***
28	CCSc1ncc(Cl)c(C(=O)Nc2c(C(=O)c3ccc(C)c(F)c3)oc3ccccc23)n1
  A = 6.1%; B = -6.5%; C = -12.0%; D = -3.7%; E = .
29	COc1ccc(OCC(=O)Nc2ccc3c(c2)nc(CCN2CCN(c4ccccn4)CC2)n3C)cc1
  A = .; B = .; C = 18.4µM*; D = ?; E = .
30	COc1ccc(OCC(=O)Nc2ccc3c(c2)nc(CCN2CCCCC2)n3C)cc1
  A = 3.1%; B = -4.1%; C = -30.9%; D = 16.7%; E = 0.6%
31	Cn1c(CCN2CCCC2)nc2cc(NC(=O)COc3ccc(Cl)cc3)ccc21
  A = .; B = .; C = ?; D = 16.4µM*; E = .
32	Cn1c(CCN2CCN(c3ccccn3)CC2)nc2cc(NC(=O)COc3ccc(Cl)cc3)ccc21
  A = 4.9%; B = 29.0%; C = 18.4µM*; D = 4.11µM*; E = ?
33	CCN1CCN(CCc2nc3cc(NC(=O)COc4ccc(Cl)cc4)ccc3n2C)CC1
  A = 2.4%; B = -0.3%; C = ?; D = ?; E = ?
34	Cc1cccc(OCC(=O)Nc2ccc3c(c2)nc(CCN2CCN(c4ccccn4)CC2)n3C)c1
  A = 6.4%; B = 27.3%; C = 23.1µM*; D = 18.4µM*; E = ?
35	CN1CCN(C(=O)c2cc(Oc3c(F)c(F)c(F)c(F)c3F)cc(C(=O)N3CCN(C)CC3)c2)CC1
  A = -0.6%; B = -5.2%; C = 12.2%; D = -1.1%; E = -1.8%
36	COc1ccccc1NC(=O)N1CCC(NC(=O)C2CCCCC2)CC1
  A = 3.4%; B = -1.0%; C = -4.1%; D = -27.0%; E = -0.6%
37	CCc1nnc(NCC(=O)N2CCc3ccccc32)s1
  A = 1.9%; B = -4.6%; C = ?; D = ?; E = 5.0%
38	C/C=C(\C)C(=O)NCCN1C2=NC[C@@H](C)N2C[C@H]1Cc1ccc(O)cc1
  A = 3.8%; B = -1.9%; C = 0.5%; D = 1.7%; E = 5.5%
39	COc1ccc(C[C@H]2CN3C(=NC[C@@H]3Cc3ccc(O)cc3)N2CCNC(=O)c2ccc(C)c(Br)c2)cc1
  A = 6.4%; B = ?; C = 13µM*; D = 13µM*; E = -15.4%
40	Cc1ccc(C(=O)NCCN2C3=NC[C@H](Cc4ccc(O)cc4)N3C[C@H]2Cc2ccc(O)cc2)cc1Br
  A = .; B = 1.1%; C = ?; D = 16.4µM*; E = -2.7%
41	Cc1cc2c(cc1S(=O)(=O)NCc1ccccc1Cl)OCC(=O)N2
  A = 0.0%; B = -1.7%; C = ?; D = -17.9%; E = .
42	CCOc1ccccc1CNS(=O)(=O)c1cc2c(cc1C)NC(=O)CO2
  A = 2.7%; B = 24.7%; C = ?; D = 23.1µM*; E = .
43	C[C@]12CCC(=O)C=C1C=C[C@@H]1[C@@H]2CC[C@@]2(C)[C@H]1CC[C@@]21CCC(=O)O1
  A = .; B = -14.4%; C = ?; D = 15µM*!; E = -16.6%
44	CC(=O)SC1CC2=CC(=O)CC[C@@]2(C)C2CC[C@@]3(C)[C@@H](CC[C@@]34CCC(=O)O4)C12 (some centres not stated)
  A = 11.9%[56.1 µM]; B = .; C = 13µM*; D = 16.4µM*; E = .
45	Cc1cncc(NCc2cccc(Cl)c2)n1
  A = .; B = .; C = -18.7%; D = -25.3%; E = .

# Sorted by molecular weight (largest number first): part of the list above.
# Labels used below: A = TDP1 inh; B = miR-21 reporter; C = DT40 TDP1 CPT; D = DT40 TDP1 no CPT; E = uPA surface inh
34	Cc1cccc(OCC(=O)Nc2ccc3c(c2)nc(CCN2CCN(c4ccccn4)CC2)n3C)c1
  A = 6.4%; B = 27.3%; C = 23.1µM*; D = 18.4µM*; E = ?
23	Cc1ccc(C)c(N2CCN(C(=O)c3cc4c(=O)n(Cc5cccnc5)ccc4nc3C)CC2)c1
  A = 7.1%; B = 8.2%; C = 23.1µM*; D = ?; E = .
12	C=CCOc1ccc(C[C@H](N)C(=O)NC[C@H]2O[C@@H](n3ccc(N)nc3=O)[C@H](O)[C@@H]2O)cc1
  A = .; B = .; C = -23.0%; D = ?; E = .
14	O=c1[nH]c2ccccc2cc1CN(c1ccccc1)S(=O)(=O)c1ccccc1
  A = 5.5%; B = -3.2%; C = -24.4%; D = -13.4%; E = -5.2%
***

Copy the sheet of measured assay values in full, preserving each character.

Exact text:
28	CCSc1ncc(Cl)c(C(=O)Nc2c(C(=O)c3ccc(C)c(F)c3)oc3ccccc23)n1
  A = 6.1%; B = -6.5%; C = -12.0%; D = -3.7%; E = .
29	COc1ccc(OCC(=O)Nc2ccc3c(c2)nc(CCN2CCN(c4ccccn4)CC2)n3C)cc1
  A = .; B = .; C = 18.4µM*; D = ?; E = .
30	COc1ccc(OCC(=O)Nc2ccc3c(c2)nc(CCN2CCCCC2)n3C)cc1
  A = 3.1%; B = -4.1%; C = -30.9%; D = 16.7%; E = 0.6%
31	Cn1c(CCN2CCCC2)nc2cc(NC(=O)COc3ccc(Cl)cc3)ccc21
  A = .; B = .; C = ?; D = 16.4µM*; E = .
32	Cn1c(CCN2CCN(c3ccccn3)CC2)nc2cc(NC(=O)COc3ccc(Cl)cc3)ccc21
  A = 4.9%; B = 29.0%; C = 18.4µM*; D = 4.11µM*; E = ?
33	CCN1CCN(CCc2nc3cc(NC(=O)COc4ccc(Cl)cc4)ccc3n2C)CC1
  A = 2.4%; B = -0.3%; C = ?; D = ?; E = ?
34	Cc1cccc(OCC(=O)Nc2ccc3c(c2)nc(CCN2CCN(c4ccccn4)CC2)n3C)c1
  A = 6.4%; B = 27.3%; C = 23.1µM*; D = 18.4µM*; E = ?
35	CN1CCN(C(=O)c2cc(Oc3c(F)c(F)c(F)c(F)c3F)cc(C(=O)N3CCN(C)CC3)c2)CC1
  A = -0.6%; B = -5.2%; C = 12.2%; D = -1.1%; E = -1.8%
36	COc1ccccc1NC(=O)N1CCC(NC(=O)C2CCCCC2)CC1
  A = 3.4%; B = -1.0%; C = -4.1%; D = -27.0%; E = -0.6%
37	CCc1nnc(NCC(=O)N2CCc3ccccc32)s1
  A = 1.9%; B = -4.6%; C = ?; D = ?; E = 5.0%
38	C/C=C(\C)C(=O)NCCN1C2=NC[C@@H](C)N2C[C@H]1Cc1ccc(O)cc1
  A = 3.8%; B = -1.9%; C = 0.5%; D = 1.7%; E = 5.5%
39	COc1ccc(C[C@H]2CN3C(=NC[C@@H]3Cc3ccc(O)cc3)N2CCNC(=O)c2ccc(C)c(Br)c2)cc1
  A = 6.4%; B = ?; C = 13µM*; D = 13µM*; E = -15.4%
40	Cc1ccc(C(=O)NCCN2C3=NC[C@H](Cc4ccc(O)cc4)N3C[C@H]2Cc2ccc(O)cc2)cc1Br
  A = .; B = 1.1%; C = ?; D = 16.4µM*; E = -2.7%
41	Cc1cc2c(cc1S(=O)(=O)NCc1ccccc1Cl)OCC(=O)N2
  A = 0.0%; B = -1.7%; C = ?; D = -17.9%; E = .
42	CCOc1ccccc1CNS(=O)(=O)c1cc2c(cc1C)NC(=O)CO2
  A = 2.7%; B = 24.7%; C = ?; D = 23.1µM*; E = .
43	C[C@]12CCC(=O)C=C1C=C[C@@H]1[C@@H]2CC[C@@]2(C)[C@H]1CC[C@@]21CCC(=O)O1
  A = .; B = -14.4%; C = ?; D = 15µM*!; E = -16.6%
44	CC(=O)SC1CC2=CC(=O)CC[C@@]2(C)C2CC[C@@]3(C)[C@@H](CC[C@@]34CCC(=O)O4)C12 (some centres not stated)
  A = 11.9%[56.1 µM]; B = .; C = 13µM*; D = 16.4µM*; E = .
45	Cc1cncc(NCc2cccc(Cl)c2)n1
  A = .; B = .; C = -18.7%; D = -25.3%; E = .

# Sorted by molecular weight (largest number first): part of the list above.
# Labels used below: A = TDP1 inh; B = miR-21 reporter; C = DT40 TDP1 CPT; D = DT40 TDP1 no CPT; E = uPA surface inh
34	Cc1cccc(OCC(=O)Nc2ccc3c(c2)nc(CCN2CCN(c4ccccn4)CC2)n3C)c1
  A = 6.4%; B = 27.3%; C = 23.1µM*; D = 18.4µM*; E = ?
23	Cc1ccc(C)c(N2CCN(C(=O)c3cc4c(=O)n(Cc5cccnc5)ccc4nc3C)CC2)c1
  A = 7.1%; B = 8.2%; C = 23.1µM*; D = ?; E = .
12	C=CCOc1ccc(C[C@H](N)C(=O)NC[C@H]2O[C@@H](n3ccc(N)nc3=O)[C@H](O)[C@@H]2O)cc1
  A = .; B = .; C = -23.0%; D = ?; E = .
14	O=c1[nH]c2ccccc2cc1CN(c1ccccc1)S(=O)(=O)c1ccccc1
  A = 5.5%; B = -3.2%; C = -24.4%; D = -13.4%; E = -5.2%